The Hebrew words used here for “partzu”––the root word is “pratz,” meaning breaching and spreading out––and “timu,”––making impure––have strong connotations through the rest of Hebrew liturgy. These enemy Yevanim really got deep up in this business, invading territory that was not theirs and leaving corruption in their wake.
But there’s a happy ending. “Uminotar kankanim, naaseh nes lashoshanim“—”from the remains of the vessels, a miracle was made for the roses.” The roses, used here as a term of endearment for the Judean people, also signify original innocence. They represent the beauty of those who have experienced breach, defilement, impurity.
Last year, singing this song brought me a clear vision. As with the devastated feminine imagery of Bat Zion (who often represents exiled Jewry) and so many images throughout the prophets, this was a language of rape.
Every time I sing this verse, the visuals come, stronger and stronger, and all I can do is pray. Because the answer to the pain is deep within the song. The answer comes from “minotar kankanim”—from the tiny bit that was left.
I have heard a teaching that the real miracle of Hanukkah is not that the oil lasted eight nights when it was only supposed to last one. According to this teaching, the real miracle is that we looked for the oil at all. That deep down in the recesses of our bashed and battered temple—the temple of Jerusalem and the temple of our body and soul—we dug deep to find that last storehouse of pure olive oil.
I wonder as we journey through this collective Post Traumatic Stress Disorder of #MeToo how we can dig deep to find that cruse of pure oil. How to travel past the anger, the how dare he, the what if it hadn’t happened this way, the how could I have protected myself or him or her, the why isn’t this over yet. I’m constantly in a battle as more and more comes to light. Incidents in my own life I glossed over as normal, I now see did not enable me to live my life fully, safely, securely. People and a systems and structures who breached my boundaries—my tall, protective towers—corrupted my sense of pure self-worth, the rich oil that lay within.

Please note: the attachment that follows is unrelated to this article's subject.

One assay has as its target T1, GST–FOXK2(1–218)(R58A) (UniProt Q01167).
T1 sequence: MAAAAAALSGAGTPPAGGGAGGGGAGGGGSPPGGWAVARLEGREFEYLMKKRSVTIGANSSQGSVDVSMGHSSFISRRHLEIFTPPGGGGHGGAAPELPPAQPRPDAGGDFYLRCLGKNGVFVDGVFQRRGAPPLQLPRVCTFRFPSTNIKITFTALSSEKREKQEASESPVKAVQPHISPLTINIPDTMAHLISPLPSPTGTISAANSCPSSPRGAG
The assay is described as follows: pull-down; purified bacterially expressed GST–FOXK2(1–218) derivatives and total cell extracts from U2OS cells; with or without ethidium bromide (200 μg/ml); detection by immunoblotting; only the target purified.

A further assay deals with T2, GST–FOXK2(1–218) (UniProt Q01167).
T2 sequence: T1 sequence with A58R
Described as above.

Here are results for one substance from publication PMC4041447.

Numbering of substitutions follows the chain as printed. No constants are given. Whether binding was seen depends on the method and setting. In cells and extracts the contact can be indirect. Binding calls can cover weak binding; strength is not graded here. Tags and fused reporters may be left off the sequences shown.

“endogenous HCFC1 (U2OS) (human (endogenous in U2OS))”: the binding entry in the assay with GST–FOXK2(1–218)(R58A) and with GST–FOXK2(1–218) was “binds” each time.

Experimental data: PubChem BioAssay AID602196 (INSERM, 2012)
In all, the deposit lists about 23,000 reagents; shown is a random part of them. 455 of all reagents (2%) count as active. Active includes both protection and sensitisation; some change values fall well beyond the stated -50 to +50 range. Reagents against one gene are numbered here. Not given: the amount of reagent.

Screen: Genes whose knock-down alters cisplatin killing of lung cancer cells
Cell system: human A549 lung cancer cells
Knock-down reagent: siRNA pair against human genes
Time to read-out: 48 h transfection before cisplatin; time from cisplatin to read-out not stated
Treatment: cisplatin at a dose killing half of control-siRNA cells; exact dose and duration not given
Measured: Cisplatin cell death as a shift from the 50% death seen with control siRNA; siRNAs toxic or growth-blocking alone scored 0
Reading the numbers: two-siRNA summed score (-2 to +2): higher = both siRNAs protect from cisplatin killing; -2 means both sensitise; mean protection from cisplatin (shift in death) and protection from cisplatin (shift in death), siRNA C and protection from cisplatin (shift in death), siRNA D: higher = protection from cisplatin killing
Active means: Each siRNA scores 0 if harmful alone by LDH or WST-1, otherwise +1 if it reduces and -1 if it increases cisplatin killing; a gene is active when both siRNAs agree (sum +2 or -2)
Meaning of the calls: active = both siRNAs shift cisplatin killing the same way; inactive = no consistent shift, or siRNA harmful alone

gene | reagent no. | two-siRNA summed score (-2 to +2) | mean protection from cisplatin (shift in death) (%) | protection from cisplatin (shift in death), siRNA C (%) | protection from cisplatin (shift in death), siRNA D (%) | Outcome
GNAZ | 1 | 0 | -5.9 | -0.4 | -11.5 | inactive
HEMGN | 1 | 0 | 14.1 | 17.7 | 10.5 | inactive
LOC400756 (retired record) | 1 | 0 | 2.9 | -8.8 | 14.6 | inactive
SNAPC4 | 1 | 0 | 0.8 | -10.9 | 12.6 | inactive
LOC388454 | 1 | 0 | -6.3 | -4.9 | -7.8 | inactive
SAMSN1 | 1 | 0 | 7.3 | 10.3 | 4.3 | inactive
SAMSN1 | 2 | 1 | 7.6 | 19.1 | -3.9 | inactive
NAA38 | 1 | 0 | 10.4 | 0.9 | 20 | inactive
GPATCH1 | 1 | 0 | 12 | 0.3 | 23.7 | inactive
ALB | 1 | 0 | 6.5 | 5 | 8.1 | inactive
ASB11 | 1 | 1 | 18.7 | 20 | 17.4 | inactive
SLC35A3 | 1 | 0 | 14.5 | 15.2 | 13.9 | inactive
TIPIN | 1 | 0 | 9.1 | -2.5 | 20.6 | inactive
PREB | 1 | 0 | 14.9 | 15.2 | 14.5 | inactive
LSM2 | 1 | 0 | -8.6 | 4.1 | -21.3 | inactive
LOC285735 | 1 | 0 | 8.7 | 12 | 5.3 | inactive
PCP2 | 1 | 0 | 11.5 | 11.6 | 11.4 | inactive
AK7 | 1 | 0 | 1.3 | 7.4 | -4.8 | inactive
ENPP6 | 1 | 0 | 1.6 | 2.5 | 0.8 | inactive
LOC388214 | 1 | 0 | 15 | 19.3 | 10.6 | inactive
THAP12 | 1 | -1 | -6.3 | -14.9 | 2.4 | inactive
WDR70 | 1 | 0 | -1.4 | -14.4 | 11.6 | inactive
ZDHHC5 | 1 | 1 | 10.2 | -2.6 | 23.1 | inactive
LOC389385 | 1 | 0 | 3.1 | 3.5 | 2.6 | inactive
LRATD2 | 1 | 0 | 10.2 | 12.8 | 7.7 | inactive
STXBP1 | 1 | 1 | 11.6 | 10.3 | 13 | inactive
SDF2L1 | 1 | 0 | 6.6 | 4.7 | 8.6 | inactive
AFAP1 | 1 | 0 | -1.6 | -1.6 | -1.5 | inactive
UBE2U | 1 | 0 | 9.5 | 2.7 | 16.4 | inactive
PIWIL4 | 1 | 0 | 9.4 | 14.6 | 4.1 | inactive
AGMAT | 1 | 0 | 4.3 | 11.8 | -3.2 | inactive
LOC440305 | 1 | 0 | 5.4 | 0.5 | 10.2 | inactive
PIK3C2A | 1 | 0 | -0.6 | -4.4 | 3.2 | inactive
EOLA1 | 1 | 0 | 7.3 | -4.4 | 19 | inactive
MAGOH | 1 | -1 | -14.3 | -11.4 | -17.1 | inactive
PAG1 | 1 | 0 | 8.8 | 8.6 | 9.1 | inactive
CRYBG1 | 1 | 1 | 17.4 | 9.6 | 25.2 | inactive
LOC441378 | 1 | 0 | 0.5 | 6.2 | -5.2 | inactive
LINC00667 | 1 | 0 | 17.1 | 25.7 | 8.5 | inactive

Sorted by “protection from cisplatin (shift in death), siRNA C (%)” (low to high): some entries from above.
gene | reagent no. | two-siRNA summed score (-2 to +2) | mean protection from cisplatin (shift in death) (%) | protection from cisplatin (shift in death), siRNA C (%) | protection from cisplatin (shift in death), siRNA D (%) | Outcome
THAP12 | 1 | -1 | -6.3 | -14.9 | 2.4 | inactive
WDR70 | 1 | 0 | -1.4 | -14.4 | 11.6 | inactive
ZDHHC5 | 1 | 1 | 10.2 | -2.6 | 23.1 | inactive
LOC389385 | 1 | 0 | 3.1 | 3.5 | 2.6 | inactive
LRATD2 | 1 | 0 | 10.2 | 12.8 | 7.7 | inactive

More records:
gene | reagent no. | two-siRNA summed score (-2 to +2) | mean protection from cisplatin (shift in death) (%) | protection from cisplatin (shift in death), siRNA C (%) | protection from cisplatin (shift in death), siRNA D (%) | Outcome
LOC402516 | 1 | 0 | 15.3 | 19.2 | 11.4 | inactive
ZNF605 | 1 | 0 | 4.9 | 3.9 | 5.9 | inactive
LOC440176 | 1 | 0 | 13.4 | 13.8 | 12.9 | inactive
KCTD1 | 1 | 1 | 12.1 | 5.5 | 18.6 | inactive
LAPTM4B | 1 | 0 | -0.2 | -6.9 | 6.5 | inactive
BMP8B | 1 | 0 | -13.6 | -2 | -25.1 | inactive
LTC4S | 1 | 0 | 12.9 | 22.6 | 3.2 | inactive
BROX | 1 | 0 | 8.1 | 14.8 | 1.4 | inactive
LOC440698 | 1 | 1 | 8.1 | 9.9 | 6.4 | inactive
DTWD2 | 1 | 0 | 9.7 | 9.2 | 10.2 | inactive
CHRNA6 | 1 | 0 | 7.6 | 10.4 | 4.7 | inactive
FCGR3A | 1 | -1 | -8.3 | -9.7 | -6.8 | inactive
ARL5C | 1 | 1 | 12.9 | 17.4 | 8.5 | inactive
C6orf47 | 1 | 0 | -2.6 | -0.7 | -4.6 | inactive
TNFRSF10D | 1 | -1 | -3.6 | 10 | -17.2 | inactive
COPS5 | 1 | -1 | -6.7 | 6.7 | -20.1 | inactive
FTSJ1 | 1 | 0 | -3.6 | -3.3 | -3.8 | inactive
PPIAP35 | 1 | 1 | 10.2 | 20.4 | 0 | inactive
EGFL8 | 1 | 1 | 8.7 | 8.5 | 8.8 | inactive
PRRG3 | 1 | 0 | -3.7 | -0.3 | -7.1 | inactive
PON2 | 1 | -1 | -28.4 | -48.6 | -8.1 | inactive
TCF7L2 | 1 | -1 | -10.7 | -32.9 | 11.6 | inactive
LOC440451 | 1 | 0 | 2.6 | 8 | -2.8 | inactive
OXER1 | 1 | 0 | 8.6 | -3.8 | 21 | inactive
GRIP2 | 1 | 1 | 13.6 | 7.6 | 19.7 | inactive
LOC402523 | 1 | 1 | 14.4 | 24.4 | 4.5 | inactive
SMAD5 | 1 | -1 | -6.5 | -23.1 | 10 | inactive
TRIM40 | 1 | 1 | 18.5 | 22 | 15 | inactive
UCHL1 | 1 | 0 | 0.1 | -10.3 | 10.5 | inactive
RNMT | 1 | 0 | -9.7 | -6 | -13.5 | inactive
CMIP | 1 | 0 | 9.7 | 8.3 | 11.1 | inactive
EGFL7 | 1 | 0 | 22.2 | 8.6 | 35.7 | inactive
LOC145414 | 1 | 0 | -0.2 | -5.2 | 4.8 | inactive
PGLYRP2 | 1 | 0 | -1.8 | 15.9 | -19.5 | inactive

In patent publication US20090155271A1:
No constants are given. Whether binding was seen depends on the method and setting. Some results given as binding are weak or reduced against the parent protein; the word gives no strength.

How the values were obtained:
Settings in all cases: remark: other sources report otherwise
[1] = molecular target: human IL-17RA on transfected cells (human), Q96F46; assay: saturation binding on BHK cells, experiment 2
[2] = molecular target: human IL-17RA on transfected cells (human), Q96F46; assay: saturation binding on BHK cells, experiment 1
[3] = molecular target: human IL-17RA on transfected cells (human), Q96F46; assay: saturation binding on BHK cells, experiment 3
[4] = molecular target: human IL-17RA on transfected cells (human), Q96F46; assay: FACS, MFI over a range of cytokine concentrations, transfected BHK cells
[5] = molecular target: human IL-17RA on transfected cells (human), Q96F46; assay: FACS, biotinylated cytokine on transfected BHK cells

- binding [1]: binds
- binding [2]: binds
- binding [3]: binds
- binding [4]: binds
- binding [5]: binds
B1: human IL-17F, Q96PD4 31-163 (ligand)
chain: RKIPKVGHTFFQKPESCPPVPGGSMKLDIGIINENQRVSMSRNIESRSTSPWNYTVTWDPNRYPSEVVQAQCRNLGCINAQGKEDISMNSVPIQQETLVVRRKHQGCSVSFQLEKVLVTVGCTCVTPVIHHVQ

This year, I have been digging deep for the answers, for that last jar of oil, and encountered another story—a midrashic account of Hasmonean resistance to Hellenism.
A daughter of the high priest Yochanan, sister of the Priestly family, had been betrothed for marriage. This was a rare occurrence, as the Hellenist government had required that all virgin women be brought to the king prior to their marriage, causing people to simply not get married. But she was getting married, and so at a celebration of these nuptials, she exposed herself. Causing an eruption of indignation from the populace of rabbis and priests, she stood proudly, strongly, deep her in feminine vulnerability and power: “Really? You want to stone me, burn me, judge me? I am only exposing myself here, to all of you—my brothers and countrymen. You have been exposing the women of this country for years, acquiescing to the demands of the Hellenist rulers, defining the temple with Lagan worship, and handing over your daughters—your own daughters!—to this rapist of a ruler. Are you kidding me?” I can almost hear her shout.
Today is Chag Habanot, the festival of the daughters. It is often commemorated by eating cheese to honor of Judith decapitating Holofernes. Today, I’m going to add a new custom to the festival. In the spirit of the midrash, I will call out oppression.
Like the Hasmonean midrashic heroine, we all must stand up now and say: Are you really blaming me for baring my soul, when you’ve perpetuated a system of oppression all this time that hands women over to be, literally, f*cked? Are you not seeing the systems of abuse that exist and instead blaming individual victims? Can you not see the defilement of the pure oil of the feminine soul (of all genders)? Will you not help us rebuild those boundaries and dig deep for that final cruse of pure oil?
It is the oil we will sing of tonight when we kindle our last Hanukkah lights.